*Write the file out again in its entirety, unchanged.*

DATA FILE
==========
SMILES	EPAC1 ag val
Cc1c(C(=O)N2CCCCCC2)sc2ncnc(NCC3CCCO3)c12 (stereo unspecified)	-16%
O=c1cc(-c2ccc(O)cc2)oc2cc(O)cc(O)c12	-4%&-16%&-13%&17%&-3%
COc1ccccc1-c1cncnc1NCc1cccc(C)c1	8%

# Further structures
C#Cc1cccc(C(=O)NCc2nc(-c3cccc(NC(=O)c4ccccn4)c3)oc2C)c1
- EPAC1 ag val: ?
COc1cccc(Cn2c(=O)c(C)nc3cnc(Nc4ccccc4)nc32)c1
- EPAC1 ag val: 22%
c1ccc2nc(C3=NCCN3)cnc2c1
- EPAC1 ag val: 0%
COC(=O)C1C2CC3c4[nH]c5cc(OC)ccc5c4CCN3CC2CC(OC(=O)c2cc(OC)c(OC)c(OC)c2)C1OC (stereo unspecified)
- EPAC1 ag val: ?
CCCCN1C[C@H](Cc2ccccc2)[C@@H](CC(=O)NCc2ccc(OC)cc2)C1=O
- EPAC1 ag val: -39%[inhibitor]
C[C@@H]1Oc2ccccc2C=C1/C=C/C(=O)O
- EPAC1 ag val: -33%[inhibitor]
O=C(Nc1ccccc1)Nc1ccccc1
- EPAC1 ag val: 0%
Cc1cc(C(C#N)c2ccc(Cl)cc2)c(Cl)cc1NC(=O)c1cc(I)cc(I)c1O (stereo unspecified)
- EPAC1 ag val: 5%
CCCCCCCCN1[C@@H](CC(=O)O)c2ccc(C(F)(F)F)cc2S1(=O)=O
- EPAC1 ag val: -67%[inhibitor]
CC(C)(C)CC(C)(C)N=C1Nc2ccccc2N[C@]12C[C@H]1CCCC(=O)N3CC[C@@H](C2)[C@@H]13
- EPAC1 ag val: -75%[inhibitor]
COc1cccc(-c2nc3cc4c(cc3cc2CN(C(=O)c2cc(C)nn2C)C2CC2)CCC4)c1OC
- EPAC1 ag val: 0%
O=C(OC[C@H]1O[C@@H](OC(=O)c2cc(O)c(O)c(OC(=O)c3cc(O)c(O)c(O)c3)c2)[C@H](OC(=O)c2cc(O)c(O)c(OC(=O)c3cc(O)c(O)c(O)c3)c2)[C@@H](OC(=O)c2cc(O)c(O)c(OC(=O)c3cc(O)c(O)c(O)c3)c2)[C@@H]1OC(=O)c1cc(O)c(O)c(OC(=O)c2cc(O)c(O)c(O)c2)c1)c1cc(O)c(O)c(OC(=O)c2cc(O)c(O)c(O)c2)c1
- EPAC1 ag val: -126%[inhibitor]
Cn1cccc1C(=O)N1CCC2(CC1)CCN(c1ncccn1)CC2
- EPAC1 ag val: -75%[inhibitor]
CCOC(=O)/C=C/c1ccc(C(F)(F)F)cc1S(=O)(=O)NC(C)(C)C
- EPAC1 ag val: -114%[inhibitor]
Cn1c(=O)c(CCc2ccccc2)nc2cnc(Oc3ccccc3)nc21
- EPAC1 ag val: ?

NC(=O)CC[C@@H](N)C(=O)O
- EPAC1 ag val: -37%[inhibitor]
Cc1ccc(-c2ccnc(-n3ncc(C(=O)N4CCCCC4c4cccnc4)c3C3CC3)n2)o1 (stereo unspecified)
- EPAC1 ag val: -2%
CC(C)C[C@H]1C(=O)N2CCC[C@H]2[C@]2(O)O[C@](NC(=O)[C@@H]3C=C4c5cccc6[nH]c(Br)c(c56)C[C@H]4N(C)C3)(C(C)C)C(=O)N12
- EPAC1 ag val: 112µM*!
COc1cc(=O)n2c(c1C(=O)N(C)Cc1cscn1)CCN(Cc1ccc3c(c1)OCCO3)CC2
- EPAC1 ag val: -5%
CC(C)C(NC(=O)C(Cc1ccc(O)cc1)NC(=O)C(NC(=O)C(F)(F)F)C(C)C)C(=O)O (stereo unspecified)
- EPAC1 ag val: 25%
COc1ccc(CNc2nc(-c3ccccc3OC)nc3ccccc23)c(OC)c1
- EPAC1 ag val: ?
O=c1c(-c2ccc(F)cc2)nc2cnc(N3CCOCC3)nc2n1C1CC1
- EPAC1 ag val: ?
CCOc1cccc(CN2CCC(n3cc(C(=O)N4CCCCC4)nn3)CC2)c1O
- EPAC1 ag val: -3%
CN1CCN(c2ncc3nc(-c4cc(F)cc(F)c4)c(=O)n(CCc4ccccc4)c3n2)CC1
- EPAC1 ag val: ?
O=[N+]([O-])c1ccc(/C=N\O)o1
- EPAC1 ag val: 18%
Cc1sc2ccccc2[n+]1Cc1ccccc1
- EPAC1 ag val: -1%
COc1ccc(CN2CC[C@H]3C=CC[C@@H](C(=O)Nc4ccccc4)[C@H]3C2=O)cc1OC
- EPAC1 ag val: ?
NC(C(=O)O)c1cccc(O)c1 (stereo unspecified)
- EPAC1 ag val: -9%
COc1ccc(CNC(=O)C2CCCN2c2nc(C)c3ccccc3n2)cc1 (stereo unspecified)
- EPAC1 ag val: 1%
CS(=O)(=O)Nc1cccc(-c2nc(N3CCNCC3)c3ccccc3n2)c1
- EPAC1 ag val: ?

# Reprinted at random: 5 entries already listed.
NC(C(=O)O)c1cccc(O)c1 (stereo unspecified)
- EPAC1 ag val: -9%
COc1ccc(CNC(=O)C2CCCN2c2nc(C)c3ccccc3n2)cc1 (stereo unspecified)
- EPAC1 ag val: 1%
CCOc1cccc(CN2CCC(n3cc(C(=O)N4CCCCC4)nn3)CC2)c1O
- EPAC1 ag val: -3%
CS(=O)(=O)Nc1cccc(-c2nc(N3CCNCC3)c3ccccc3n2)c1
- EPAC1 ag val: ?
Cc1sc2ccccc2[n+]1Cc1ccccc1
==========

SMILES	EPAC1 ag val
Cc1c(C(=O)N2CCCCCC2)sc2ncnc(NCC3CCCO3)c12 (stereo unspecified)	-16%
O=c1cc(-c2ccc(O)cc2)oc2cc(O)cc(O)c12	-4%&-16%&-13%&17%&-3%
COc1ccccc1-c1cncnc1NCc1cccc(C)c1	8%

# Further structures
C#Cc1cccc(C(=O)NCc2nc(-c3cccc(NC(=O)c4ccccn4)c3)oc2C)c1
- EPAC1 ag val: ?
COc1cccc(Cn2c(=O)c(C)nc3cnc(Nc4ccccc4)nc32)c1
- EPAC1 ag val: 22%
c1ccc2nc(C3=NCCN3)cnc2c1
- EPAC1 ag val: 0%
COC(=O)C1C2CC3c4[nH]c5cc(OC)ccc5c4CCN3CC2CC(OC(=O)c2cc(OC)c(OC)c(OC)c2)C1OC (stereo unspecified)
- EPAC1 ag val: ?
CCCCN1C[C@H](Cc2ccccc2)[C@@H](CC(=O)NCc2ccc(OC)cc2)C1=O
- EPAC1 ag val: -39%[inhibitor]
C[C@@H]1Oc2ccccc2C=C1/C=C/C(=O)O
- EPAC1 ag val: -33%[inhibitor]
O=C(Nc1ccccc1)Nc1ccccc1
- EPAC1 ag val: 0%
Cc1cc(C(C#N)c2ccc(Cl)cc2)c(Cl)cc1NC(=O)c1cc(I)cc(I)c1O (stereo unspecified)
- EPAC1 ag val: 5%
CCCCCCCCN1[C@@H](CC(=O)O)c2ccc(C(F)(F)F)cc2S1(=O)=O
- EPAC1 ag val: -67%[inhibitor]
CC(C)(C)CC(C)(C)N=C1Nc2ccccc2N[C@]12C[C@H]1CCCC(=O)N3CC[C@@H](C2)[C@@H]13
- EPAC1 ag val: -75%[inhibitor]
COc1cccc(-c2nc3cc4c(cc3cc2CN(C(=O)c2cc(C)nn2C)C2CC2)CCC4)c1OC
- EPAC1 ag val: 0%
O=C(OC[C@H]1O[C@@H](OC(=O)c2cc(O)c(O)c(OC(=O)c3cc(O)c(O)c(O)c3)c2)[C@H](OC(=O)c2cc(O)c(O)c(OC(=O)c3cc(O)c(O)c(O)c3)c2)[C@@H](OC(=O)c2cc(O)c(O)c(OC(=O)c3cc(O)c(O)c(O)c3)c2)[C@@H]1OC(=O)c1cc(O)c(O)c(OC(=O)c2cc(O)c(O)c(O)c2)c1)c1cc(O)c(O)c(OC(=O)c2cc(O)c(O)c(O)c2)c1
- EPAC1 ag val: -126%[inhibitor]
Cn1cccc1C(=O)N1CCC2(CC1)CCN(c1ncccn1)CC2
- EPAC1 ag val: -75%[inhibitor]
CCOC(=O)/C=C/c1ccc(C(F)(F)F)cc1S(=O)(=O)NC(C)(C)C
- EPAC1 ag val: -114%[inhibitor]
Cn1c(=O)c(CCc2ccccc2)nc2cnc(Oc3ccccc3)nc21
- EPAC1 ag val: ?

NC(=O)CC[C@@H](N)C(=O)O
- EPAC1 ag val: -37%[inhibitor]
Cc1ccc(-c2ccnc(-n3ncc(C(=O)N4CCCCC4c4cccnc4)c3C3CC3)n2)o1 (stereo unspecified)
- EPAC1 ag val: -2%
CC(C)C[C@H]1C(=O)N2CCC[C@H]2[C@]2(O)O[C@](NC(=O)[C@@H]3C=C4c5cccc6[nH]c(Br)c(c56)C[C@H]4N(C)C3)(C(C)C)C(=O)N12
- EPAC1 ag val: 112µM*!
COc1cc(=O)n2c(c1C(=O)N(C)Cc1cscn1)CCN(Cc1ccc3c(c1)OCCO3)CC2
- EPAC1 ag val: -5%
CC(C)C(NC(=O)C(Cc1ccc(O)cc1)NC(=O)C(NC(=O)C(F)(F)F)C(C)C)C(=O)O (stereo unspecified)
- EPAC1 ag val: 25%
COc1ccc(CNc2nc(-c3ccccc3OC)nc3ccccc23)c(OC)c1
- EPAC1 ag val: ?
O=c1c(-c2ccc(F)cc2)nc2cnc(N3CCOCC3)nc2n1C1CC1
- EPAC1 ag val: ?
CCOc1cccc(CN2CCC(n3cc(C(=O)N4CCCCC4)nn3)CC2)c1O
- EPAC1 ag val: -3%
CN1CCN(c2ncc3nc(-c4cc(F)cc(F)c4)c(=O)n(CCc4ccccc4)c3n2)CC1
- EPAC1 ag val: ?
O=[N+]([O-])c1ccc(/C=N\O)o1
- EPAC1 ag val: 18%
Cc1sc2ccccc2[n+]1Cc1ccccc1
- EPAC1 ag val: -1%
COc1ccc(CN2CC[C@H]3C=CC[C@@H](C(=O)Nc4ccccc4)[C@H]3C2=O)cc1OC
- EPAC1 ag val: ?
NC(C(=O)O)c1cccc(O)c1 (stereo unspecified)
- EPAC1 ag val: -9%
COc1ccc(CNC(=O)C2CCCN2c2nc(C)c3ccccc3n2)cc1 (stereo unspecified)
- EPAC1 ag val: 1%
CS(=O)(=O)Nc1cccc(-c2nc(N3CCNCC3)c3ccccc3n2)c1
- EPAC1 ag val: ?

# Reprinted at random: 5 entries already listed.
NC(C(=O)O)c1cccc(O)c1 (stereo unspecified)
- EPAC1 ag val: -9%
COc1ccc(CNC(=O)C2CCCN2c2nc(C)c3ccccc3n2)cc1 (stereo unspecified)
- EPAC1 ag val: 1%
CCOc1cccc(CN2CCC(n3cc(C(=O)N4CCCCC4)nn3)CC2)c1O
- EPAC1 ag val: -3%
CS(=O)(=O)Nc1cccc(-c2nc(N3CCNCC3)c3ccccc3n2)c1
- EPAC1 ag val: ?
Cc1sc2ccccc2[n+]1Cc1ccccc1